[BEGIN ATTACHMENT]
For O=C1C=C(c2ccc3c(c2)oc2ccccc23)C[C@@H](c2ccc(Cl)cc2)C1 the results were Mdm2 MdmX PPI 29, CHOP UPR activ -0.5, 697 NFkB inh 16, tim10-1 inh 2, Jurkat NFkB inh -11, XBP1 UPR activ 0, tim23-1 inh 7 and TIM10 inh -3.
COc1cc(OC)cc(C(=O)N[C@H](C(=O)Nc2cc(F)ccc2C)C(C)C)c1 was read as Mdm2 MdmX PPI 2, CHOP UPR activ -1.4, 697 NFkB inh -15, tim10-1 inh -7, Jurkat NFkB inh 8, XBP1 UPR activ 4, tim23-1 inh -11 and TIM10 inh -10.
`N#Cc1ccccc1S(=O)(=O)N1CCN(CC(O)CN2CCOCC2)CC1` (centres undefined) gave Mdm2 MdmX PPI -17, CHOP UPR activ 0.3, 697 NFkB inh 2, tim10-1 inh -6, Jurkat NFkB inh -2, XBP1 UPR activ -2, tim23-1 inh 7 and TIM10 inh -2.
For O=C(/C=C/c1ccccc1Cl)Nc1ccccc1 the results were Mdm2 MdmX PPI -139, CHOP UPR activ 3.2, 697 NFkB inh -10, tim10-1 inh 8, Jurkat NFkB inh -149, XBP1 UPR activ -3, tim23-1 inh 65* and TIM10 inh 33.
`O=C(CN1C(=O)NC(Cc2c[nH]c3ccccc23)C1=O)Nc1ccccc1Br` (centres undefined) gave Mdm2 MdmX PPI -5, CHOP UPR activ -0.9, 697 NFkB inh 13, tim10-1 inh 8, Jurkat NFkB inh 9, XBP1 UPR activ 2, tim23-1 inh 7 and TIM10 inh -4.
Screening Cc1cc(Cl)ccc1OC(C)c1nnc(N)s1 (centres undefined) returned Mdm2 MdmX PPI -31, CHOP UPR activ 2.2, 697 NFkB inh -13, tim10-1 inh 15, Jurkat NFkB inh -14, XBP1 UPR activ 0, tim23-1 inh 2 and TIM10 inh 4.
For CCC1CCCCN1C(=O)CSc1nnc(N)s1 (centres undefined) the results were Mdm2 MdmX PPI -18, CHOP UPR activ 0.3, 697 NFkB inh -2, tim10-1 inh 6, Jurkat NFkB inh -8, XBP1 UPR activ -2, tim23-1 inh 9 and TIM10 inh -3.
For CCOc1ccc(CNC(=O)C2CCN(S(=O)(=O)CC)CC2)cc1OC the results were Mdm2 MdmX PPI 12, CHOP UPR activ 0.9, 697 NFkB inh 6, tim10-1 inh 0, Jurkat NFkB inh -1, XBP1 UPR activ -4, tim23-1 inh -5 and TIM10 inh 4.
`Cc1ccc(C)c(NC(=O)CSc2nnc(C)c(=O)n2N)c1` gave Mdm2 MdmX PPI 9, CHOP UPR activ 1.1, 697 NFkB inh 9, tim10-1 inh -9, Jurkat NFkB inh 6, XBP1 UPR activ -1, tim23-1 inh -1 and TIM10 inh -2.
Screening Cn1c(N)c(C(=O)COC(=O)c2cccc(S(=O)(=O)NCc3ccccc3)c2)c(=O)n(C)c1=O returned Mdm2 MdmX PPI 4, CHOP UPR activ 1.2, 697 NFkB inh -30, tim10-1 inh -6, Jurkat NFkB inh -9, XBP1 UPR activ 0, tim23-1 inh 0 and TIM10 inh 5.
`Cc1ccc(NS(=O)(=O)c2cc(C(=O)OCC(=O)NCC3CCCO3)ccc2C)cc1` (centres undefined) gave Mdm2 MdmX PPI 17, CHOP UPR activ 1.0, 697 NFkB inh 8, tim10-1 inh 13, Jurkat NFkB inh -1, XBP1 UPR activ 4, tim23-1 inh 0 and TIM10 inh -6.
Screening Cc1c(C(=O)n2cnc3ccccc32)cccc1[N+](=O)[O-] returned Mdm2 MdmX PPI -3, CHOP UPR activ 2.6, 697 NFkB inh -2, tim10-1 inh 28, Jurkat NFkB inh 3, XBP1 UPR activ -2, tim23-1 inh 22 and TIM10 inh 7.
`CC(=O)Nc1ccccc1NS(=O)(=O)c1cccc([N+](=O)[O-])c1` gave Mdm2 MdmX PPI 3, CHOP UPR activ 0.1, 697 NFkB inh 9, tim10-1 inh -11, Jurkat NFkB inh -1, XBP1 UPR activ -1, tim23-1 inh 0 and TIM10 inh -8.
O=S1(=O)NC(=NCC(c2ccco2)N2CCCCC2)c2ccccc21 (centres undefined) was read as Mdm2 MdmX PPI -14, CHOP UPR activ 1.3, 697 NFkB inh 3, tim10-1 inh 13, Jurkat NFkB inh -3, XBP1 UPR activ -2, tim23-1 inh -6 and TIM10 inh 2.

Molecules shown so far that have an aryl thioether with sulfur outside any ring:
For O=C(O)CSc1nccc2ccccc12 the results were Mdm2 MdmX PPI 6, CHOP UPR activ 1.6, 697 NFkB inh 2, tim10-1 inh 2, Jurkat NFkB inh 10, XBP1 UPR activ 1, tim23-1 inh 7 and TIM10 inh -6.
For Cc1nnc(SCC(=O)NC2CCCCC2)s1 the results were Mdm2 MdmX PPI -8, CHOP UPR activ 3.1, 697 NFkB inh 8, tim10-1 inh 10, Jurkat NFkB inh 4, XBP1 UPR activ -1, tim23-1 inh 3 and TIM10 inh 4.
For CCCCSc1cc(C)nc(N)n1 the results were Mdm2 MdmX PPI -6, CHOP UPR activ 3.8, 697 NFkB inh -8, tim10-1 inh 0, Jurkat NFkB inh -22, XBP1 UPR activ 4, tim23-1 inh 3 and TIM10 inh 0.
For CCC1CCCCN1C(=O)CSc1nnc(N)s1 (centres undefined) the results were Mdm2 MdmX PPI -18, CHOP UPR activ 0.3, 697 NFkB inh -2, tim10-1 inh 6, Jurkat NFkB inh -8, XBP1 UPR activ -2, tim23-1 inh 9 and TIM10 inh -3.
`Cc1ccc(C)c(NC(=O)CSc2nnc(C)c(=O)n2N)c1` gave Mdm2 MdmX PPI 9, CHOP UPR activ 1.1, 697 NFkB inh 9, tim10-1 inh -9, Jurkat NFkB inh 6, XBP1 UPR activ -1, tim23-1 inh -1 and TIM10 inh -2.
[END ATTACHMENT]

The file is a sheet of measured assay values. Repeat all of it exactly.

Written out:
For O=C1C=C(c2ccc3c(c2)oc2ccccc23)C[C@@H](c2ccc(Cl)cc2)C1 the results were Mdm2 MdmX PPI 29, CHOP UPR activ -0.5, 697 NFkB inh 16, tim10-1 inh 2, Jurkat NFkB inh -11, XBP1 UPR activ 0, tim23-1 inh 7 and TIM10 inh -3.
COc1cc(OC)cc(C(=O)N[C@H](C(=O)Nc2cc(F)ccc2C)C(C)C)c1 was read as Mdm2 MdmX PPI 2, CHOP UPR activ -1.4, 697 NFkB inh -15, tim10-1 inh -7, Jurkat NFkB inh 8, XBP1 UPR activ 4, tim23-1 inh -11 and TIM10 inh -10.
`N#Cc1ccccc1S(=O)(=O)N1CCN(CC(O)CN2CCOCC2)CC1` (centres undefined) gave Mdm2 MdmX PPI -17, CHOP UPR activ 0.3, 697 NFkB inh 2, tim10-1 inh -6, Jurkat NFkB inh -2, XBP1 UPR activ -2, tim23-1 inh 7 and TIM10 inh -2.
For O=C(/C=C/c1ccccc1Cl)Nc1ccccc1 the results were Mdm2 MdmX PPI -139, CHOP UPR activ 3.2, 697 NFkB inh -10, tim10-1 inh 8, Jurkat NFkB inh -149, XBP1 UPR activ -3, tim23-1 inh 65* and TIM10 inh 33.
`O=C(CN1C(=O)NC(Cc2c[nH]c3ccccc23)C1=O)Nc1ccccc1Br` (centres undefined) gave Mdm2 MdmX PPI -5, CHOP UPR activ -0.9, 697 NFkB inh 13, tim10-1 inh 8, Jurkat NFkB inh 9, XBP1 UPR activ 2, tim23-1 inh 7 and TIM10 inh -4.
Screening Cc1cc(Cl)ccc1OC(C)c1nnc(N)s1 (centres undefined) returned Mdm2 MdmX PPI -31, CHOP UPR activ 2.2, 697 NFkB inh -13, tim10-1 inh 15, Jurkat NFkB inh -14, XBP1 UPR activ 0, tim23-1 inh 2 and TIM10 inh 4.
For CCC1CCCCN1C(=O)CSc1nnc(N)s1 (centres undefined) the results were Mdm2 MdmX PPI -18, CHOP UPR activ 0.3, 697 NFkB inh -2, tim10-1 inh 6, Jurkat NFkB inh -8, XBP1 UPR activ -2, tim23-1 inh 9 and TIM10 inh -3.
For CCOc1ccc(CNC(=O)C2CCN(S(=O)(=O)CC)CC2)cc1OC the results were Mdm2 MdmX PPI 12, CHOP UPR activ 0.9, 697 NFkB inh 6, tim10-1 inh 0, Jurkat NFkB inh -1, XBP1 UPR activ -4, tim23-1 inh -5 and TIM10 inh 4.
`Cc1ccc(C)c(NC(=O)CSc2nnc(C)c(=O)n2N)c1` gave Mdm2 MdmX PPI 9, CHOP UPR activ 1.1, 697 NFkB inh 9, tim10-1 inh -9, Jurkat NFkB inh 6, XBP1 UPR activ -1, tim23-1 inh -1 and TIM10 inh -2.
Screening Cn1c(N)c(C(=O)COC(=O)c2cccc(S(=O)(=O)NCc3ccccc3)c2)c(=O)n(C)c1=O returned Mdm2 MdmX PPI 4, CHOP UPR activ 1.2, 697 NFkB inh -30, tim10-1 inh -6, Jurkat NFkB inh -9, XBP1 UPR activ 0, tim23-1 inh 0 and TIM10 inh 5.
`Cc1ccc(NS(=O)(=O)c2cc(C(=O)OCC(=O)NCC3CCCO3)ccc2C)cc1` (centres undefined) gave Mdm2 MdmX PPI 17, CHOP UPR activ 1.0, 697 NFkB inh 8, tim10-1 inh 13, Jurkat NFkB inh -1, XBP1 UPR activ 4, tim23-1 inh 0 and TIM10 inh -6.
Screening Cc1c(C(=O)n2cnc3ccccc32)cccc1[N+](=O)[O-] returned Mdm2 MdmX PPI -3, CHOP UPR activ 2.6, 697 NFkB inh -2, tim10-1 inh 28, Jurkat NFkB inh 3, XBP1 UPR activ -2, tim23-1 inh 22 and TIM10 inh 7.
`CC(=O)Nc1ccccc1NS(=O)(=O)c1cccc([N+](=O)[O-])c1` gave Mdm2 MdmX PPI 3, CHOP UPR activ 0.1, 697 NFkB inh 9, tim10-1 inh -11, Jurkat NFkB inh -1, XBP1 UPR activ -1, tim23-1 inh 0 and TIM10 inh -8.
O=S1(=O)NC(=NCC(c2ccco2)N2CCCCC2)c2ccccc21 (centres undefined) was read as Mdm2 MdmX PPI -14, CHOP UPR activ 1.3, 697 NFkB inh 3, tim10-1 inh 13, Jurkat NFkB inh -3, XBP1 UPR activ -2, tim23-1 inh -6 and TIM10 inh 2.

Molecules shown so far that have an aryl thioether with sulfur outside any ring:
For O=C(O)CSc1nccc2ccccc12 the results were Mdm2 MdmX PPI 6, CHOP UPR activ 1.6, 697 NFkB inh 2, tim10-1 inh 2, Jurkat NFkB inh 10, XBP1 UPR activ 1, tim23-1 inh 7 and TIM10 inh -6.
For Cc1nnc(SCC(=O)NC2CCCCC2)s1 the results were Mdm2 MdmX PPI -8, CHOP UPR activ 3.1, 697 NFkB inh 8, tim10-1 inh 10, Jurkat NFkB inh 4, XBP1 UPR activ -1, tim23-1 inh 3 and TIM10 inh 4.
For CCCCSc1cc(C)nc(N)n1 the results were Mdm2 MdmX PPI -6, CHOP UPR activ 3.8, 697 NFkB inh -8, tim10-1 inh 0, Jurkat NFkB inh -22, XBP1 UPR activ 4, tim23-1 inh 3 and TIM10 inh 0.
For CCC1CCCCN1C(=O)CSc1nnc(N)s1 (centres undefined) the results were Mdm2 MdmX PPI -18, CHOP UPR activ 0.3, 697 NFkB inh -2, tim10-1 inh 6, Jurkat NFkB inh -8, XBP1 UPR activ -2, tim23-1 inh 9 and TIM10 inh -3.
`Cc1ccc(C)c(NC(=O)CSc2nnc(C)c(=O)n2N)c1` gave Mdm2 MdmX PPI 9, CHOP UPR activ 1.1, 697 NFkB inh 9, tim10-1 inh -9, Jurkat NFkB inh 6, XBP1 UPR activ -1, tim23-1 inh -1 and TIM10 inh -2.